In a back room, their butcher, soon to be laid off, rubbed water over his chopping block, slowly and carefully, wiping the blood away one last time.
Around town, there is plenty of worry that things are about to get worse because of Washington. On Thursday evening, a dozen small-business owners gathered under the pink flourescent lights of a college auditorium to brace themselves for the effects the health-care law could have on their firms.
A pair of lawyers, one from Atlanta and one from Chattanooga, Tenn., walked attendees through an array of PowerPoint slides centered on the legislation’s requirements — and building to what the lawyers called the “pay or play” question: Should owners of firms large enough to fall under the law’s mandates to provide health insurance to their workers comply with it, or should they refuse and pay fines?
The lawyers raised several options, mostly about how to avoid the mandates of the law: cutting back all workers to part time, for instance, or hiring mostly independent contractors. They also noted that such steps could carry legal problems. “Maybe you want to offer coverage,” one of them allowed. “That’s okay.” But then he suggested ways to do it that would still shield the business from federal requirements about what type of coverage to offer.
The next morning, one uninsured produce worker sorted apples into boxes for one of the last times. Donald Rizer, 58, wore a plaid shirt, blue jeans and gloves, and complained of the aching shoulder that he said keeps him from working more than 20 hours a week.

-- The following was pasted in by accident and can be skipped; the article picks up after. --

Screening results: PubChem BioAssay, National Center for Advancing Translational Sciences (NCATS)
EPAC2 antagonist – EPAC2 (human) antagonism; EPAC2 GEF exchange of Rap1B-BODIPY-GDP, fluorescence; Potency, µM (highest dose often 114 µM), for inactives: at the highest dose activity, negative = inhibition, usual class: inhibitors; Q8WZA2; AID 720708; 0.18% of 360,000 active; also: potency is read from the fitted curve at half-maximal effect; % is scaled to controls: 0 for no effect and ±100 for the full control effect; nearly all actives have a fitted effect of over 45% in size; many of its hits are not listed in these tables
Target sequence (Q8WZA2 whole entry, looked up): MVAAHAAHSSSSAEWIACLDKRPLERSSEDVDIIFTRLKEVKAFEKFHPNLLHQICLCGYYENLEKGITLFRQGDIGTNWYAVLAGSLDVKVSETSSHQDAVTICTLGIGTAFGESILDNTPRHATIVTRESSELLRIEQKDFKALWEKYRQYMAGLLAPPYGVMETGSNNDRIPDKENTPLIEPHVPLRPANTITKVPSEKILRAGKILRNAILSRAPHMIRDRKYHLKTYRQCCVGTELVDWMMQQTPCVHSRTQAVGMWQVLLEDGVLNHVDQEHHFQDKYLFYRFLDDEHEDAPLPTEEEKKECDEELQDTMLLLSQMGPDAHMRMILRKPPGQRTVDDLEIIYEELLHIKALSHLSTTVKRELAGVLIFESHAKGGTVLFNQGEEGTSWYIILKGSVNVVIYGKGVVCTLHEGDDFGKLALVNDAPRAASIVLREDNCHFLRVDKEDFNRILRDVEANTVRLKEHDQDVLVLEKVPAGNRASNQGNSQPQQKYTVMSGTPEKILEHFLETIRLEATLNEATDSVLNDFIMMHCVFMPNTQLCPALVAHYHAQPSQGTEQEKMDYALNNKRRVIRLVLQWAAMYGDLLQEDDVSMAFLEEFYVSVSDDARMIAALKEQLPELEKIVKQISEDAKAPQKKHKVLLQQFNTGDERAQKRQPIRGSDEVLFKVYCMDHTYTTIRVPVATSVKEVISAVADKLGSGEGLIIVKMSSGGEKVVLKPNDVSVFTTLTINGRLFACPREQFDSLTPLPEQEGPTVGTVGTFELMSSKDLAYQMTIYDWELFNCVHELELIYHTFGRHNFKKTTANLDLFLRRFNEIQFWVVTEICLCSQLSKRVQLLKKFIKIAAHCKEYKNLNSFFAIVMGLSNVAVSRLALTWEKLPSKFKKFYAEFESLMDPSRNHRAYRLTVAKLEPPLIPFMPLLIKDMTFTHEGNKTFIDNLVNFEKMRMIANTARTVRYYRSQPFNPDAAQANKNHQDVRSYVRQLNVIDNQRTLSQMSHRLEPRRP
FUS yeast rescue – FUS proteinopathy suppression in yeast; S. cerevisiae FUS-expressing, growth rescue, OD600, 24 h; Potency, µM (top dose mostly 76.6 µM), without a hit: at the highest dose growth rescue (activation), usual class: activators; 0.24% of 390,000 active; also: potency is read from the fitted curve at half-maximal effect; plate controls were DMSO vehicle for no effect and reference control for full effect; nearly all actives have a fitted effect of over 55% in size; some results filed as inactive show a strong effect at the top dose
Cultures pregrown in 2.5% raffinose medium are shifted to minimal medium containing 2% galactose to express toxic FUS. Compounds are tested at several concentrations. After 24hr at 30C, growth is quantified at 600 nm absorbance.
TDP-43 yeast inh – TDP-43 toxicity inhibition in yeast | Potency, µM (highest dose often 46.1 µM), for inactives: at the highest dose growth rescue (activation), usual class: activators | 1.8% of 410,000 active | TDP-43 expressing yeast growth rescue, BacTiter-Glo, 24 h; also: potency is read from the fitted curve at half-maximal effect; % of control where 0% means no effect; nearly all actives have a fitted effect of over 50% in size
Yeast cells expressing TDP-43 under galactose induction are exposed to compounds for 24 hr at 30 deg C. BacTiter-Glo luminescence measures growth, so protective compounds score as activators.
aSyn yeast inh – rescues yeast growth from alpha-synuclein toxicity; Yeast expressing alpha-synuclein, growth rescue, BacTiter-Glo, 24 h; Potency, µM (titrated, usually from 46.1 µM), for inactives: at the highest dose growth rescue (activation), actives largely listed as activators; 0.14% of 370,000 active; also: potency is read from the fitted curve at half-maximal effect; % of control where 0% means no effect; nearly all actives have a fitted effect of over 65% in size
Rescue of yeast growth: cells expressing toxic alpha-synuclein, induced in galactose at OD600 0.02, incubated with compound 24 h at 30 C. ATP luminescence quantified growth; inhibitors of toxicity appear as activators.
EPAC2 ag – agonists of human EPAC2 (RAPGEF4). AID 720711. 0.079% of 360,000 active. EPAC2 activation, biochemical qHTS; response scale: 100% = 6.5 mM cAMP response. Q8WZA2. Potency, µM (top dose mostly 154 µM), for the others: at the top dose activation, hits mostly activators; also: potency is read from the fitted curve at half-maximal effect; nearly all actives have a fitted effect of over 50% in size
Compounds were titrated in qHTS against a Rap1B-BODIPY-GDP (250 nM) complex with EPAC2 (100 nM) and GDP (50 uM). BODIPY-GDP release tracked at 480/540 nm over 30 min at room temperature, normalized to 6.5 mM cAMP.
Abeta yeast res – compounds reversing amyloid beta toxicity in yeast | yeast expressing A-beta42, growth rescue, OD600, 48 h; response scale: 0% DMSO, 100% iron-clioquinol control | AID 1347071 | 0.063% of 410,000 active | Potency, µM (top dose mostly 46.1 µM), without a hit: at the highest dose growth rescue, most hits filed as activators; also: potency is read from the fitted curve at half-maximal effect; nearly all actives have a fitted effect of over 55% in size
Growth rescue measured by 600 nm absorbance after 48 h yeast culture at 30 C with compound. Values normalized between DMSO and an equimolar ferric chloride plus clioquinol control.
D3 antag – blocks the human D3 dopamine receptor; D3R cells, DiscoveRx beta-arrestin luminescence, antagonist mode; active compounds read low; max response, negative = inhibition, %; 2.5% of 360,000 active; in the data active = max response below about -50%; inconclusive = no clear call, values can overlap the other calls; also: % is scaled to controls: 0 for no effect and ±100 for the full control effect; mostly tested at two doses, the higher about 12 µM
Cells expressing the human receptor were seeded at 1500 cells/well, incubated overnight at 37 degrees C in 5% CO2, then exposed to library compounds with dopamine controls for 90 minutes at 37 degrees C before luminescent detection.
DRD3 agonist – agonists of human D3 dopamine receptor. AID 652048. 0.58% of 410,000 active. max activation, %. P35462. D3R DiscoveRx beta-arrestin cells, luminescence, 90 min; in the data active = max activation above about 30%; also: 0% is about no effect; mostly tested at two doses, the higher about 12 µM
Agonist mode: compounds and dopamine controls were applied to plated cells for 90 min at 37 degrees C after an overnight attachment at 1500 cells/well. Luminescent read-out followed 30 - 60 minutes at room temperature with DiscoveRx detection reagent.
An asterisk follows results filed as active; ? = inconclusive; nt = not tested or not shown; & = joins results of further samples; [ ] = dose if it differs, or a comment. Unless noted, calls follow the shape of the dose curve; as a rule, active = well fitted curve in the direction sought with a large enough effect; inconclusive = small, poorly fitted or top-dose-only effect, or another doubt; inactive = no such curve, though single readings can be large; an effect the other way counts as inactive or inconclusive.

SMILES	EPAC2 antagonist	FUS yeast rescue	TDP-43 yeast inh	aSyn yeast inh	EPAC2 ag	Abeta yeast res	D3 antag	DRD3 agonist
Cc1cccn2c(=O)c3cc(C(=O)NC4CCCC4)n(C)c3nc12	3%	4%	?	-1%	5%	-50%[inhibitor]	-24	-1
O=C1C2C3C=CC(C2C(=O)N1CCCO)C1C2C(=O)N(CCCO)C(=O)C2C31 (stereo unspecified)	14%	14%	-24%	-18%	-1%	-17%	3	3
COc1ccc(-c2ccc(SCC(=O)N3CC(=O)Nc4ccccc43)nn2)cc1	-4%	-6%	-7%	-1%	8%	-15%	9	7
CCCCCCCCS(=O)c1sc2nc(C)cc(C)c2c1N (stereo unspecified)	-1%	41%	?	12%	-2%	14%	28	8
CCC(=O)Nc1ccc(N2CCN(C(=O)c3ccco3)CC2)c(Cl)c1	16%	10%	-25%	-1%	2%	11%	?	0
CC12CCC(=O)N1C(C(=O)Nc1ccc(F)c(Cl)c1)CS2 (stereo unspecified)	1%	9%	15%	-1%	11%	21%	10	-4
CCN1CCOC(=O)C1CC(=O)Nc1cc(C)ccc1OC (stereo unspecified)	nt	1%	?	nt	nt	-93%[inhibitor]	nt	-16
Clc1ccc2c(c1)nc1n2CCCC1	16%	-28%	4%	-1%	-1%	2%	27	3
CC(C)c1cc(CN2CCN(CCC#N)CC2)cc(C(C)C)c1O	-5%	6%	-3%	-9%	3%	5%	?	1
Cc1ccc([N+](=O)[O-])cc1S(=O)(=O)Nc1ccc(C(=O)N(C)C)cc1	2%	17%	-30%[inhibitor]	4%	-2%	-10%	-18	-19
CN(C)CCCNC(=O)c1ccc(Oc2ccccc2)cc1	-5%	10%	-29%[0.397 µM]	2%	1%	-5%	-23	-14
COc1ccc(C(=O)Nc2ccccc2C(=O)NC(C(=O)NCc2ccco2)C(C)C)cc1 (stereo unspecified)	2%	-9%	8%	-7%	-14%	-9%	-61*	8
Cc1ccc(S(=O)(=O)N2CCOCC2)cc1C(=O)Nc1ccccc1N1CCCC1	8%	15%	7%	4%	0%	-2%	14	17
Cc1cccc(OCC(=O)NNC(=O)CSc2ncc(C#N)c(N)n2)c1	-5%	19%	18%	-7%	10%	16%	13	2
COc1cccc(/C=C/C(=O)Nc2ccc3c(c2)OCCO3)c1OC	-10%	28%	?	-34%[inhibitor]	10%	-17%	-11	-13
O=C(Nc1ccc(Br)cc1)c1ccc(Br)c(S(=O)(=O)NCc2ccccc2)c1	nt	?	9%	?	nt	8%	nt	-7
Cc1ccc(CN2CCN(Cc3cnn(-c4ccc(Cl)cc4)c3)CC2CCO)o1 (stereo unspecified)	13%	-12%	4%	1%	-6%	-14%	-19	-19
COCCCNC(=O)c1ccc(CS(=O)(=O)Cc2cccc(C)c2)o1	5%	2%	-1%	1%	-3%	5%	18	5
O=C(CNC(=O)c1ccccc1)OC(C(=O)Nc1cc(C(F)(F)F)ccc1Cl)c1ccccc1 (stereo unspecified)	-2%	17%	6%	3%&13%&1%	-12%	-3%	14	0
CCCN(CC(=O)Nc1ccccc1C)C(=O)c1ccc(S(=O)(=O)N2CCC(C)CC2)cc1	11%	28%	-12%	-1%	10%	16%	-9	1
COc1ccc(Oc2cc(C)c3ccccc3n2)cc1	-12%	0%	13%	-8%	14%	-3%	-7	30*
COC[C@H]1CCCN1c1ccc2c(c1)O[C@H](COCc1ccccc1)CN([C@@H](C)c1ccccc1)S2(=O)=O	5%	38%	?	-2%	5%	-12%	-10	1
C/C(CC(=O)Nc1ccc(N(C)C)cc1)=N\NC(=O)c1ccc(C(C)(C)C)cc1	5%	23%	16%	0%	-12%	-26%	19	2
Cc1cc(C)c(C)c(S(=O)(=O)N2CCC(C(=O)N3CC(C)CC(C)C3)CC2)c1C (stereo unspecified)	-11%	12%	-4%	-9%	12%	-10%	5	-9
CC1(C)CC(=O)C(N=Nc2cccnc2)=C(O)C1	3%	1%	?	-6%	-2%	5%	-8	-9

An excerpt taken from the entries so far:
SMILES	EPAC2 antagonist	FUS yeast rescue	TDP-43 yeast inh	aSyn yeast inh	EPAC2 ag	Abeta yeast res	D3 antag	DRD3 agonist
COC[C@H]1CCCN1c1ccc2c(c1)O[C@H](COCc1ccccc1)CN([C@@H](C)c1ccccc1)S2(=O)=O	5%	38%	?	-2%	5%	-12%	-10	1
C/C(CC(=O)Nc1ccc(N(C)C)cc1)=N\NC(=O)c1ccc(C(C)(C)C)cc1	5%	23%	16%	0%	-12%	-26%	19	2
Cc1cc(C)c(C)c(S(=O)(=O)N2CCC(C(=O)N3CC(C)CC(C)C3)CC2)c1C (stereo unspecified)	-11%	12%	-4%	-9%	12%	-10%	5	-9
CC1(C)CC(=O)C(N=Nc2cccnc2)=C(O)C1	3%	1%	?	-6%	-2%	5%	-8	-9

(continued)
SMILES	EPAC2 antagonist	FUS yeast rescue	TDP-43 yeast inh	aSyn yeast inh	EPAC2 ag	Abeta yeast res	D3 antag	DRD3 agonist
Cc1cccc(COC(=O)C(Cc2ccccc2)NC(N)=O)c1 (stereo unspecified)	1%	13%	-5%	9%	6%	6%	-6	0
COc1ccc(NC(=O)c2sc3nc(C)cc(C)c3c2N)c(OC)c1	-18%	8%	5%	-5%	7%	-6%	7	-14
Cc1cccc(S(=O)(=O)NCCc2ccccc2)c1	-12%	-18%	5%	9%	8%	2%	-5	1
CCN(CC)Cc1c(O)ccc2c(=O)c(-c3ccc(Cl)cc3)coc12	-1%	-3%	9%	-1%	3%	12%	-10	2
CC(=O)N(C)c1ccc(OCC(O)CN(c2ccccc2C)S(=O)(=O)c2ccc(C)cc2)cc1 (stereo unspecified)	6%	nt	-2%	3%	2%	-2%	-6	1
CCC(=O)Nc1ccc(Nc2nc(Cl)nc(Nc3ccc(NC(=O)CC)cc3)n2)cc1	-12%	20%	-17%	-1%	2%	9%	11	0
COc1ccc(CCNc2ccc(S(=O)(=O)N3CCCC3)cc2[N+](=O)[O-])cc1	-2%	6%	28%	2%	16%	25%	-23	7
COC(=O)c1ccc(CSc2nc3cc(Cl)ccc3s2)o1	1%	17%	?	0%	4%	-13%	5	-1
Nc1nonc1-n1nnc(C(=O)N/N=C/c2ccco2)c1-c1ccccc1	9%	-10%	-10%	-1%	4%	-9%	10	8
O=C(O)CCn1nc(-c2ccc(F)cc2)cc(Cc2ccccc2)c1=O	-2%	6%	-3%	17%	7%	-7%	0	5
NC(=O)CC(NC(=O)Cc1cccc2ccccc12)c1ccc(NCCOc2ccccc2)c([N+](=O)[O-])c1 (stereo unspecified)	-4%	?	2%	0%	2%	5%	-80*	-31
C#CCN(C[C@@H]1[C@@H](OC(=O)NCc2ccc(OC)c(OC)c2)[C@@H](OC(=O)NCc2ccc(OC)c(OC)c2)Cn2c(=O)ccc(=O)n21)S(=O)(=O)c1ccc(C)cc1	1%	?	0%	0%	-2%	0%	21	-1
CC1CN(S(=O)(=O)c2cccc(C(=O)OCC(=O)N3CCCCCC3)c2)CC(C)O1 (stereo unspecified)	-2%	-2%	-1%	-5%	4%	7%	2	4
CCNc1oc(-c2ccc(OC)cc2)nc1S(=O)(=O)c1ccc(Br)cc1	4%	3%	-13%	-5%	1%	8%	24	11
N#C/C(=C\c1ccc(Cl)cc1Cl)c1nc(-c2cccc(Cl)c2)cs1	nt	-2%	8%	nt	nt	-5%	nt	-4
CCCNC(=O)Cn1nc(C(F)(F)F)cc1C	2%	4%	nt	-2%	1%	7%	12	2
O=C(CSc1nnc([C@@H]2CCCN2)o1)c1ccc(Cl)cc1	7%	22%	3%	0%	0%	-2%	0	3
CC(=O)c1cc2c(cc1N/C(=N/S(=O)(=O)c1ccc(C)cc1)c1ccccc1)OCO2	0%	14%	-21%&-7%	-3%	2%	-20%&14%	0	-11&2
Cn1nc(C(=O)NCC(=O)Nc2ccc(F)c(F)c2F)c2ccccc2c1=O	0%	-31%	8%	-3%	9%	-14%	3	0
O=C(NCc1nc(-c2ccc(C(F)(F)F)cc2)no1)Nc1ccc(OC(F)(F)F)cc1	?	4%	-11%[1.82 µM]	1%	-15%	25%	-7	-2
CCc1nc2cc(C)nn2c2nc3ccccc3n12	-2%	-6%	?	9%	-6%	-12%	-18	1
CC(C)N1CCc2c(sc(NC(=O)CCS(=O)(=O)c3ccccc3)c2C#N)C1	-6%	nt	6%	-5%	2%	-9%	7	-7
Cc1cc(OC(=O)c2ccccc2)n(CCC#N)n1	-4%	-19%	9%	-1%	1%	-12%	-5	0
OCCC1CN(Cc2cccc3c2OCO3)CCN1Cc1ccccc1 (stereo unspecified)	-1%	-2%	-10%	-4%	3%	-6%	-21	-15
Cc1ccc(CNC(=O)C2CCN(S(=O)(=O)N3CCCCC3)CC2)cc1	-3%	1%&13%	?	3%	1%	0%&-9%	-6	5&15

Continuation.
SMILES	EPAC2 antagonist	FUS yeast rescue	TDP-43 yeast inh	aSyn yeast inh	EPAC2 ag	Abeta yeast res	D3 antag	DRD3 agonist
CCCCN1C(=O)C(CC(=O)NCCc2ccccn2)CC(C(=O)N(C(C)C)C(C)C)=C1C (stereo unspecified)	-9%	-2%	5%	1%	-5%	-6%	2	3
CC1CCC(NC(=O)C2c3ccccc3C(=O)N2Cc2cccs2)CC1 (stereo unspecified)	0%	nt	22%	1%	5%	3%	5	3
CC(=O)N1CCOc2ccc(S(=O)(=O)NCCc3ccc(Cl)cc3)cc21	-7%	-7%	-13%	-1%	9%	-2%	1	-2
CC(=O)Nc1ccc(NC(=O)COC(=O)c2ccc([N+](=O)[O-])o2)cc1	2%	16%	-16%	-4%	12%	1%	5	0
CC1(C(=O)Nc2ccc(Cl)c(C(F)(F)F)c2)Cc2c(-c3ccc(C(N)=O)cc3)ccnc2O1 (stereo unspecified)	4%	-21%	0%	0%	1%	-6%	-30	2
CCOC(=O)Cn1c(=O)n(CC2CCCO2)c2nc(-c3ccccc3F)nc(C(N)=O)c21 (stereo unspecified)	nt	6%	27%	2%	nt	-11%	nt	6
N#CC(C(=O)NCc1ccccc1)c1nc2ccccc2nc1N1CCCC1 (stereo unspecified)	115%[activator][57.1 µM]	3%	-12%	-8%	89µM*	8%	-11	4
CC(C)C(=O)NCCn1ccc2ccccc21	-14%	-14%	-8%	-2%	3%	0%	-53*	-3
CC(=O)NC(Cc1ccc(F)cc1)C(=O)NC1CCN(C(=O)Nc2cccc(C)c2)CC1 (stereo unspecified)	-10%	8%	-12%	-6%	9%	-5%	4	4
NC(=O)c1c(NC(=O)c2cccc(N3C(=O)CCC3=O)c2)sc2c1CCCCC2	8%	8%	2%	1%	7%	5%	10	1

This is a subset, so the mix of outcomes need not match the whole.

Soon he’ll be out of work. Rizer’s employer, Todd Beam, is shutting down the wholesale produce business his father started 35 years ago. Beam blamed the move on a freeze on bank lending — which he said his bank attributed to the new financial regulations — and on a weak economy, for which he blamed Obama. (There’s also the matter of a crucial school lunch supply contract, which Beam lost to a lower-bidding firm from Atlanta). He was set to lay off three workers and go back to his previous job, driving a commercial truck.
Rizer did not have a new job lined up. He had come down to Rome after leaving a carpet factory several years ago. He needs shoulder surgery but can’t afford insurance. And because of a quirk in the health-care law, and the fact that Georgia declined to expand Medicaid coverage for low-income people like him, Rizer can’t qualify for a subsidy to buy coverage on his own.
When he visited the federal health insurance exchange Web site, he found the cheapest policy available to him cost $200 a month — one quarter of his current salary. “Obama,” he said, “he thinks that he’s helping things, but he ain’t.”
He fished out a bruised green apple and tossed it aside. Only a few boxes were left.